These features make the Streaming API a very useful addition to the current arsenal of SAX and DOM parsers. Each model has its own niche the Streaming API is best suited when you need to process only a subset of the events generated during the parse. Because the Streaming API relies on WebLogic's FastParser, you cannot use it to validate an XML document. Remember, the Streaming API is proprietary and not yet supported by the JAXP interface. This means you cannot use the JAXP interface to create a streaming parser. Therefore, neither the XML Registry nor the application-scoped parser factories can impact how you use the Streaming API.

18.5.1 Creating a Stream

With the Streaming API, the parsing occurs implicitly as you iterate through the stream of events. So, you don't even explicitly create a streaming parser; instead, you create an XMLInputStream instance, which then acts as source of parse events:

XMLInputStreamFactory factory = XMLInputStreamFactory.newInstance( );
XMLInputStream stream = factory.newInputStream(someSource);

This stream can be created from a number of different sources, including the following:

java.io.File, java.io.InputStream, or java.io.Reader

The source XML data is read from a file, byte stream, or character-based reader (as we saw in the earlier example).

org.w3c.dom.Document or org.w3c.dom.Node

The source XML data is read from a DOM tree, perhaps created previously by a DOM parser.


It may seem odd that the source for a stream may be a stream itself, but as we shall see later in this chapter, the Streaming API allows you to snap off a substream to be used for a different parse. The substream can be created by calling the getSubStream( ) method on an existing stream.

Once you create a stream, you can start parsing the XML data by iterating over the stream. The XMLInputStream provides the familiar iterator pattern for retrieving the next parse event:

while(stream.hasNext( )) {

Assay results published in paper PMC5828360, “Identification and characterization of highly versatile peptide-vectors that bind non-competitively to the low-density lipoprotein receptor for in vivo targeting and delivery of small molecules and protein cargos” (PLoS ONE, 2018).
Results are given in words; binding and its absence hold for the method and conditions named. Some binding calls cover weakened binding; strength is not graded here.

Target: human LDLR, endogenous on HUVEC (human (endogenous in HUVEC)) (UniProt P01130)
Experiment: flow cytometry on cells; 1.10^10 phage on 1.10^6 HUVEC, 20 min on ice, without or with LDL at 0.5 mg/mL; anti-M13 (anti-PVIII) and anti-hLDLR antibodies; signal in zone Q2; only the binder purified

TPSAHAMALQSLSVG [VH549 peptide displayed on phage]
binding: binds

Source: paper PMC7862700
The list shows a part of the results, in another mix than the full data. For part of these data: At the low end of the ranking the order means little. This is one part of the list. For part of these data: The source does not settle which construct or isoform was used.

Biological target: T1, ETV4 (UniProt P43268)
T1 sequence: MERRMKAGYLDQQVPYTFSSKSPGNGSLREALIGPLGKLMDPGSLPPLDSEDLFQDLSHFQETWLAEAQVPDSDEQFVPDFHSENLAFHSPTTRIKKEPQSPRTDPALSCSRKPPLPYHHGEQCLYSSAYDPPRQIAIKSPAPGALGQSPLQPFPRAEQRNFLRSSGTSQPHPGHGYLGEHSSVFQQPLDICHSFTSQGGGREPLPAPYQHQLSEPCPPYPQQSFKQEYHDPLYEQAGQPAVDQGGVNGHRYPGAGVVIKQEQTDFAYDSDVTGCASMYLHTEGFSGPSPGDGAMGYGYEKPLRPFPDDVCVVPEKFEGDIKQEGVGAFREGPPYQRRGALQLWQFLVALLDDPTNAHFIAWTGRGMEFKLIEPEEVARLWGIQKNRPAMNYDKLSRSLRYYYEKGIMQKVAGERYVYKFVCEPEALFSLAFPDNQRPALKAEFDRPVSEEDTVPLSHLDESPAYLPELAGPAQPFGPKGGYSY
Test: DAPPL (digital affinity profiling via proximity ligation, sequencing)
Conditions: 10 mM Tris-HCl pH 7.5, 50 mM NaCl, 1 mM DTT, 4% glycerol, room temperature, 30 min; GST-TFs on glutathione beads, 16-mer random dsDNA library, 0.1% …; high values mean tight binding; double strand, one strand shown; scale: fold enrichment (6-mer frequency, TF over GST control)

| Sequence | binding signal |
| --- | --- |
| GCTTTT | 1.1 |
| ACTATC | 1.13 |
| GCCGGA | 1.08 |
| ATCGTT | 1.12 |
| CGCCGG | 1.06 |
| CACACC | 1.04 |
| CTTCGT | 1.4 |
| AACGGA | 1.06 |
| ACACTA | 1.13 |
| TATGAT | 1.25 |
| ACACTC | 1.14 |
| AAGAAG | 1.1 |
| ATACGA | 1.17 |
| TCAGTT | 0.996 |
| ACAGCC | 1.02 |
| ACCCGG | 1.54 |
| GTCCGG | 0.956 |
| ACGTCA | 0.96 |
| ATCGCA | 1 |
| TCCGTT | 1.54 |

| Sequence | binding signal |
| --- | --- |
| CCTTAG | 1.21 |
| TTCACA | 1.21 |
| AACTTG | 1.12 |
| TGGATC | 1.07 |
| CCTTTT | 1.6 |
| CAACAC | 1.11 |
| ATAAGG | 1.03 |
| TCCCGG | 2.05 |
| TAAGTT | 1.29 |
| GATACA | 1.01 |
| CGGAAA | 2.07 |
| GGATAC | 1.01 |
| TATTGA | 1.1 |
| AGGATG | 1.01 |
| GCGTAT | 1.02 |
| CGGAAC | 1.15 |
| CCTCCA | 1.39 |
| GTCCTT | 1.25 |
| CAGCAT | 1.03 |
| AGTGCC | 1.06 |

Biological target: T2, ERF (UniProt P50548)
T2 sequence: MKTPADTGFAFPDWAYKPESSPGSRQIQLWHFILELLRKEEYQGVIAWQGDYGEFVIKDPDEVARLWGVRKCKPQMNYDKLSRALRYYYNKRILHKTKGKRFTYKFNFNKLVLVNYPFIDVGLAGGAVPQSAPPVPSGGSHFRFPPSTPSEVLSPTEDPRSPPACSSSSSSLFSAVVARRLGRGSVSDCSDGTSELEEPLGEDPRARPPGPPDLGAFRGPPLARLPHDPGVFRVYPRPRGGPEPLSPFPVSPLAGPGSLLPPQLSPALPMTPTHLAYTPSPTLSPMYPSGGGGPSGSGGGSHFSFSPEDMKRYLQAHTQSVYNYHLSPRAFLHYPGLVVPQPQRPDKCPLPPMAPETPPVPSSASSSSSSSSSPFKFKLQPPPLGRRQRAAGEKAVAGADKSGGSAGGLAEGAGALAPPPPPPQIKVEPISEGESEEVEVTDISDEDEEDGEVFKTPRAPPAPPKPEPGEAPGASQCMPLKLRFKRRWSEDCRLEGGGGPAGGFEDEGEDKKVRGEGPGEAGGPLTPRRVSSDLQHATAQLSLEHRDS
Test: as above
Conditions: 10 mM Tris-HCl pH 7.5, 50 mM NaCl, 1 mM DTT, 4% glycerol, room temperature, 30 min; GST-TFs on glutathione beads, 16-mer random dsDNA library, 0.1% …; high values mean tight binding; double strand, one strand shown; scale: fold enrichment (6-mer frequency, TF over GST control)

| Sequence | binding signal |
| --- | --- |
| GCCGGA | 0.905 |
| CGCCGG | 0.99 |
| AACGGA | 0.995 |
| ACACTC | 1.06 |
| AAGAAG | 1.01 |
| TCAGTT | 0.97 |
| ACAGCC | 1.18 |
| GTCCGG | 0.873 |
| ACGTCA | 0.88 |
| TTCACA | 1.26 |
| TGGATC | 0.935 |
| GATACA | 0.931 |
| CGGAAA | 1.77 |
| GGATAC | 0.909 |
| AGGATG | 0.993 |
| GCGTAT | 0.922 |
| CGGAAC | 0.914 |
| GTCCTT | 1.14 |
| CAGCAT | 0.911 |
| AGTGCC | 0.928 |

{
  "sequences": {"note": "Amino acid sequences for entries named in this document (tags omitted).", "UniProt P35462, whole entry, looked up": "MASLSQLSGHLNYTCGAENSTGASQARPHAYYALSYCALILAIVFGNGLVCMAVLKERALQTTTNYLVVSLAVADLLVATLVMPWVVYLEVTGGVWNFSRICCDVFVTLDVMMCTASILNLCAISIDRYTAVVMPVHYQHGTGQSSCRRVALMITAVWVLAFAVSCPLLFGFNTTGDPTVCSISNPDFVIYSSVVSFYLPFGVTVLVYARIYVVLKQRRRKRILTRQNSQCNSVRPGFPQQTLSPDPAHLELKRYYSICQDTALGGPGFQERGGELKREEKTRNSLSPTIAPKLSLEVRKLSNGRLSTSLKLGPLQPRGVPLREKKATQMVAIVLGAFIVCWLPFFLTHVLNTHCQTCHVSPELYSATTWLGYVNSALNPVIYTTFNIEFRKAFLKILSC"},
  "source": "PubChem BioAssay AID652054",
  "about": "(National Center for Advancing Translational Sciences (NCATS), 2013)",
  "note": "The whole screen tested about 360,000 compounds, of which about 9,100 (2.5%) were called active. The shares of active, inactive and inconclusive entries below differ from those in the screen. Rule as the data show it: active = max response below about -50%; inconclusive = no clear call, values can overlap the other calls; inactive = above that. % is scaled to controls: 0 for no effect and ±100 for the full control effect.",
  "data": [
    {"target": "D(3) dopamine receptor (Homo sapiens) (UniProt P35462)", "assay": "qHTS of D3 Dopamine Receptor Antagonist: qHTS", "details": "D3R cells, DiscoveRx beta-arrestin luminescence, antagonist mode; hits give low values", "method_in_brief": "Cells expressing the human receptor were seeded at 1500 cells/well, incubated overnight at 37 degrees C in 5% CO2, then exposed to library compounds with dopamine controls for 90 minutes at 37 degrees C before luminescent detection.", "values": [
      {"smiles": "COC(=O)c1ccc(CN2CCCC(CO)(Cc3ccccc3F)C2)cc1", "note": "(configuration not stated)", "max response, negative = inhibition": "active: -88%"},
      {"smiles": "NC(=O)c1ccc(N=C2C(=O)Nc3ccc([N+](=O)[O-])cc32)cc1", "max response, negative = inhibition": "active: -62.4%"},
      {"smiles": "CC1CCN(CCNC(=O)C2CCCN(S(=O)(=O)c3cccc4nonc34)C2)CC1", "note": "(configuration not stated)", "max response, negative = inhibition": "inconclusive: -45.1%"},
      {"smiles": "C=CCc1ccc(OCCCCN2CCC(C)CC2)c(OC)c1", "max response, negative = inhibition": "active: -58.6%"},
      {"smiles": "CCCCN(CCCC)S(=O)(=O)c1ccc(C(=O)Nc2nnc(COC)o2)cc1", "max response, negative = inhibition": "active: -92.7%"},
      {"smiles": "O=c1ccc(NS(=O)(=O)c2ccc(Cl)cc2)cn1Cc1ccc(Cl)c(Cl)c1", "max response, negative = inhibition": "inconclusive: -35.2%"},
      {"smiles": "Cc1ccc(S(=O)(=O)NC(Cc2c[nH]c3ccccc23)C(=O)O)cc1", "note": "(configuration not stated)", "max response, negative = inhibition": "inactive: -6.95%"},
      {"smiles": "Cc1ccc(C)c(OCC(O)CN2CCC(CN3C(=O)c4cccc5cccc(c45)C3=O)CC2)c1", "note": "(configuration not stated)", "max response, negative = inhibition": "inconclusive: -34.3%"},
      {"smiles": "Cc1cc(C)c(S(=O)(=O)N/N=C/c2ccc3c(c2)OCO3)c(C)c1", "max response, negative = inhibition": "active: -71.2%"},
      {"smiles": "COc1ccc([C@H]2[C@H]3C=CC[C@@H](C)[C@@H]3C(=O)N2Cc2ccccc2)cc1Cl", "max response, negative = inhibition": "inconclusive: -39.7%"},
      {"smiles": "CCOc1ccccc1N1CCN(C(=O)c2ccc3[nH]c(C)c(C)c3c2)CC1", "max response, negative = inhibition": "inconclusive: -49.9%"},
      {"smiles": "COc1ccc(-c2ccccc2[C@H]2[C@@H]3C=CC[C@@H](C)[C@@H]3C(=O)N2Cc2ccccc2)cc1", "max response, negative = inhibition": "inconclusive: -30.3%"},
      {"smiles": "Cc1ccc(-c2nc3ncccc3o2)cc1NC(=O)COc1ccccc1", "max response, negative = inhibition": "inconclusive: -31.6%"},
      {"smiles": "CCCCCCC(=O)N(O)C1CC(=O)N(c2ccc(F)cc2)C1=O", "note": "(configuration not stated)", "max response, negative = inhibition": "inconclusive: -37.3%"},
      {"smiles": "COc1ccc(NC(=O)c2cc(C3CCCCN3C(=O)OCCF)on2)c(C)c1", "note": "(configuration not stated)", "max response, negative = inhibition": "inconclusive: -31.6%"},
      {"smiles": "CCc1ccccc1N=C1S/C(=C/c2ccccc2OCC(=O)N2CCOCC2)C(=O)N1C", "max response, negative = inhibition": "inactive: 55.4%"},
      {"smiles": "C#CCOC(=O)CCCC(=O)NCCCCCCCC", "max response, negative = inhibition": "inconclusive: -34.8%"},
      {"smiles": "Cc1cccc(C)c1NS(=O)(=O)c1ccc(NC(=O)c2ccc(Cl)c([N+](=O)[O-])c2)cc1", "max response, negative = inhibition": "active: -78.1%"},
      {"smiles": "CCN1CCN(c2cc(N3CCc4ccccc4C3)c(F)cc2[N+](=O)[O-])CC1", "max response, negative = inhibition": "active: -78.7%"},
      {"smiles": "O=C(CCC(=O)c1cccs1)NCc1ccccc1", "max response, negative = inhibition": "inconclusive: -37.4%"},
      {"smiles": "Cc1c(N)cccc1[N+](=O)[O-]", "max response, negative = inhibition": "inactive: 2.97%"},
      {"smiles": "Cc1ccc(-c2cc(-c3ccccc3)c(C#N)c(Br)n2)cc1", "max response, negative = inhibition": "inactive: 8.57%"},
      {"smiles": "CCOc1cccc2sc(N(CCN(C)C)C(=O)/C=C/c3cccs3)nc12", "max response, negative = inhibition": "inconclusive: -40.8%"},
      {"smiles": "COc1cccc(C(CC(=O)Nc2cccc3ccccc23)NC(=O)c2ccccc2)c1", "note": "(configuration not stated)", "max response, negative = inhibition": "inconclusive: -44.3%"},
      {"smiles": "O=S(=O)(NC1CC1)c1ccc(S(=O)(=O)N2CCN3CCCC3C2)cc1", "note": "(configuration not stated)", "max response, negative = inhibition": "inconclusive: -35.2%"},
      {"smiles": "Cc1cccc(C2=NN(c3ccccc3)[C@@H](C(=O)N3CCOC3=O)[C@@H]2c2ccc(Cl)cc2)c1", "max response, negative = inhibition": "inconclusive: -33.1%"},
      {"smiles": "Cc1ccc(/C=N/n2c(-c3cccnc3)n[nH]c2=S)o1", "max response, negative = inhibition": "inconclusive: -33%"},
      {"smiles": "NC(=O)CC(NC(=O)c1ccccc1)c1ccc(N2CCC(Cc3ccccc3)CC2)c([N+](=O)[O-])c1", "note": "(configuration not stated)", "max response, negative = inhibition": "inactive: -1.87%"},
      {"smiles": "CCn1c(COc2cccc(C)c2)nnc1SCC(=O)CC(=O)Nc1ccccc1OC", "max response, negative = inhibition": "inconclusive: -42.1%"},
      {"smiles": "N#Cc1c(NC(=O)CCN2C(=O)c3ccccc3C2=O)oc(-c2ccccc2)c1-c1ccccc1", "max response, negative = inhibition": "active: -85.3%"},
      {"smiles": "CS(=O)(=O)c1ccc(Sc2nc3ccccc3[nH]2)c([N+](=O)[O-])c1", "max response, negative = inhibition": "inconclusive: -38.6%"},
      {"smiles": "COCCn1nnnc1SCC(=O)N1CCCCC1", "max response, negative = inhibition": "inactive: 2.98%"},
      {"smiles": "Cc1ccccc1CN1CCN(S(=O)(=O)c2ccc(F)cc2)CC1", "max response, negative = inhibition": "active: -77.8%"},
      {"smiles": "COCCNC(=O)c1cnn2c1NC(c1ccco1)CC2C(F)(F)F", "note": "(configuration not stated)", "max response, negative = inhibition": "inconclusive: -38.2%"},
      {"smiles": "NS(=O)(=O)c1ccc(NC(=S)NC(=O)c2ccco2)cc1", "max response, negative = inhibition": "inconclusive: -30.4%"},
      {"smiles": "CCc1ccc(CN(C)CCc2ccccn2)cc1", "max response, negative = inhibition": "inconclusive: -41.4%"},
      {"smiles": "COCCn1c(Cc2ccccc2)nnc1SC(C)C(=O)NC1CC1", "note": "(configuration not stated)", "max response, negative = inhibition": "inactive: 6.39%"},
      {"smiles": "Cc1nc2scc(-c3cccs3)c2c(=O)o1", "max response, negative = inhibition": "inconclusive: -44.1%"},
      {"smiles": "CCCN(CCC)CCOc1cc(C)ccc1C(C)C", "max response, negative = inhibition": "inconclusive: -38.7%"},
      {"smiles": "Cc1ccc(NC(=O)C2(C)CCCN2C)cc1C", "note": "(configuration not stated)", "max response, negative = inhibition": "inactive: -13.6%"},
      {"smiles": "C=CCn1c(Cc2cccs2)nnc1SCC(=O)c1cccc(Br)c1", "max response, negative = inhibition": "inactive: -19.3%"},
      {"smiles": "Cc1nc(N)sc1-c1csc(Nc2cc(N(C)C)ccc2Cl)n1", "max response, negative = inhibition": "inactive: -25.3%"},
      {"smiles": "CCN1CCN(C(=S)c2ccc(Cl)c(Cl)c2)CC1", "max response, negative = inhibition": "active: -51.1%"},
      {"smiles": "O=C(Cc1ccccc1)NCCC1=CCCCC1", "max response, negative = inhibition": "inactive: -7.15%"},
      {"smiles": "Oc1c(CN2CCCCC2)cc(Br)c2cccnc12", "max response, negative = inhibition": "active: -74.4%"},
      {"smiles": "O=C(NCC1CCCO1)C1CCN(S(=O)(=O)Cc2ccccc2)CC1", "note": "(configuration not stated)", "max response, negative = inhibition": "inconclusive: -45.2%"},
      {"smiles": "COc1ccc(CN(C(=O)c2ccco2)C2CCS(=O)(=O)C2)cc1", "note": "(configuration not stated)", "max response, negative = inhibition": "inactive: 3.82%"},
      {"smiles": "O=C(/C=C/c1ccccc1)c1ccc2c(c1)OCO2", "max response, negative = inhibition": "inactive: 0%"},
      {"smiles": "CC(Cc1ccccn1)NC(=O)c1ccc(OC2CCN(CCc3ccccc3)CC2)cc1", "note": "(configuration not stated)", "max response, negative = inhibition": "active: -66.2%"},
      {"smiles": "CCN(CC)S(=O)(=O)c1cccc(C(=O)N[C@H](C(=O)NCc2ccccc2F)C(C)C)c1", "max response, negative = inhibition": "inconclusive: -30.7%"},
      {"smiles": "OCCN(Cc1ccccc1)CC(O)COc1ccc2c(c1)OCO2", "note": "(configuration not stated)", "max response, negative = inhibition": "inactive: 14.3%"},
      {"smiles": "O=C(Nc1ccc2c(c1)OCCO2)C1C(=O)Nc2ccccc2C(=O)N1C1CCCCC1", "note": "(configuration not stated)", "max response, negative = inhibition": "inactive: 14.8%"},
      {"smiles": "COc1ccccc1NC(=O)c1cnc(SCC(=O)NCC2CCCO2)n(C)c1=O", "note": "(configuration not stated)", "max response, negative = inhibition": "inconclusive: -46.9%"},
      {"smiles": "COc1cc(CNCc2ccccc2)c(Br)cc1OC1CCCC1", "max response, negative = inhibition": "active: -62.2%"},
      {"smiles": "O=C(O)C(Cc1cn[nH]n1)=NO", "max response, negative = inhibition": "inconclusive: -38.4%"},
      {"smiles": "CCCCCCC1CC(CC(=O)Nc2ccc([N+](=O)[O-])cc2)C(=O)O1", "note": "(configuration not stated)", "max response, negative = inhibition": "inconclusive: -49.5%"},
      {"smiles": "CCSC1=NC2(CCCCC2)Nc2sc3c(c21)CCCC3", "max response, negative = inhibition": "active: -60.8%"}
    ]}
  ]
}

XMLEvent event = stream.next( );
 // Do something with the event

18.5.2 Events

As an XML document is parsed, the XMLInputStream object generates a stream of parser events. A typical handler will determine the event's type and then process the event accordingly. As we have already seen, the Streaming API supports a number of different types of events. In fact, the Streaming API provides an interface that corresponds to each event type, and all these interfaces extend the XMLEvent interface (one way or the other). Table 18-2 provides a complete list of XMLEvent subinterfaces provided by the Streaming API.

Table 18-2. XMLEvent subinterfaces

XMLEvent subclass


Constant identifier


Indicates the start of an XML document



Indicates the end of an XML document



Indicates the start tag for an element has been encountered



Indicates the end tag for an element has been encountered



Indicates character data from the body of an element has been encountered



Indicates whitespace characters have been encountered



Indicates an XML comment has been encountered



Indicates an XML processing instruction has been encountered



Indicates prefix mapping has started its scope (triggered before the StartElement event)



Indicates prefix mapping has ended its scope (triggered after the EndElement event)



Indicates transition from one prefix mapping to another



Indicates an entity reference has been encountered


The Constant Identifier column indicates the name of an integer constant in the XMLEvent interface that identifies each event type. The getType( ) method on an XMLEvent object returns a value that matches one of these constants.

The XMLEvent interface also defines an is( ) method for each of the XML events, which allows you to identify the actual event subclass. Once you determine its type, you can cast the XMLEvent object to the correct subinterface and process the event accordingly. For example, when a new namespace prefix is introduced, the XML stream returns a StartPrefixMapping event. It provides various methods for accessing the namespace datae.g., the getNamespaceUri( ) and getPrefix( ) methods. Similarly, a StartElement instance has methods for accessing the attributes of an element:

//alternative check:
// if (event.getType( ) == XMLEvent.START_ELEMENT) { 
// ...
// }
if (event.isStartElement( )) {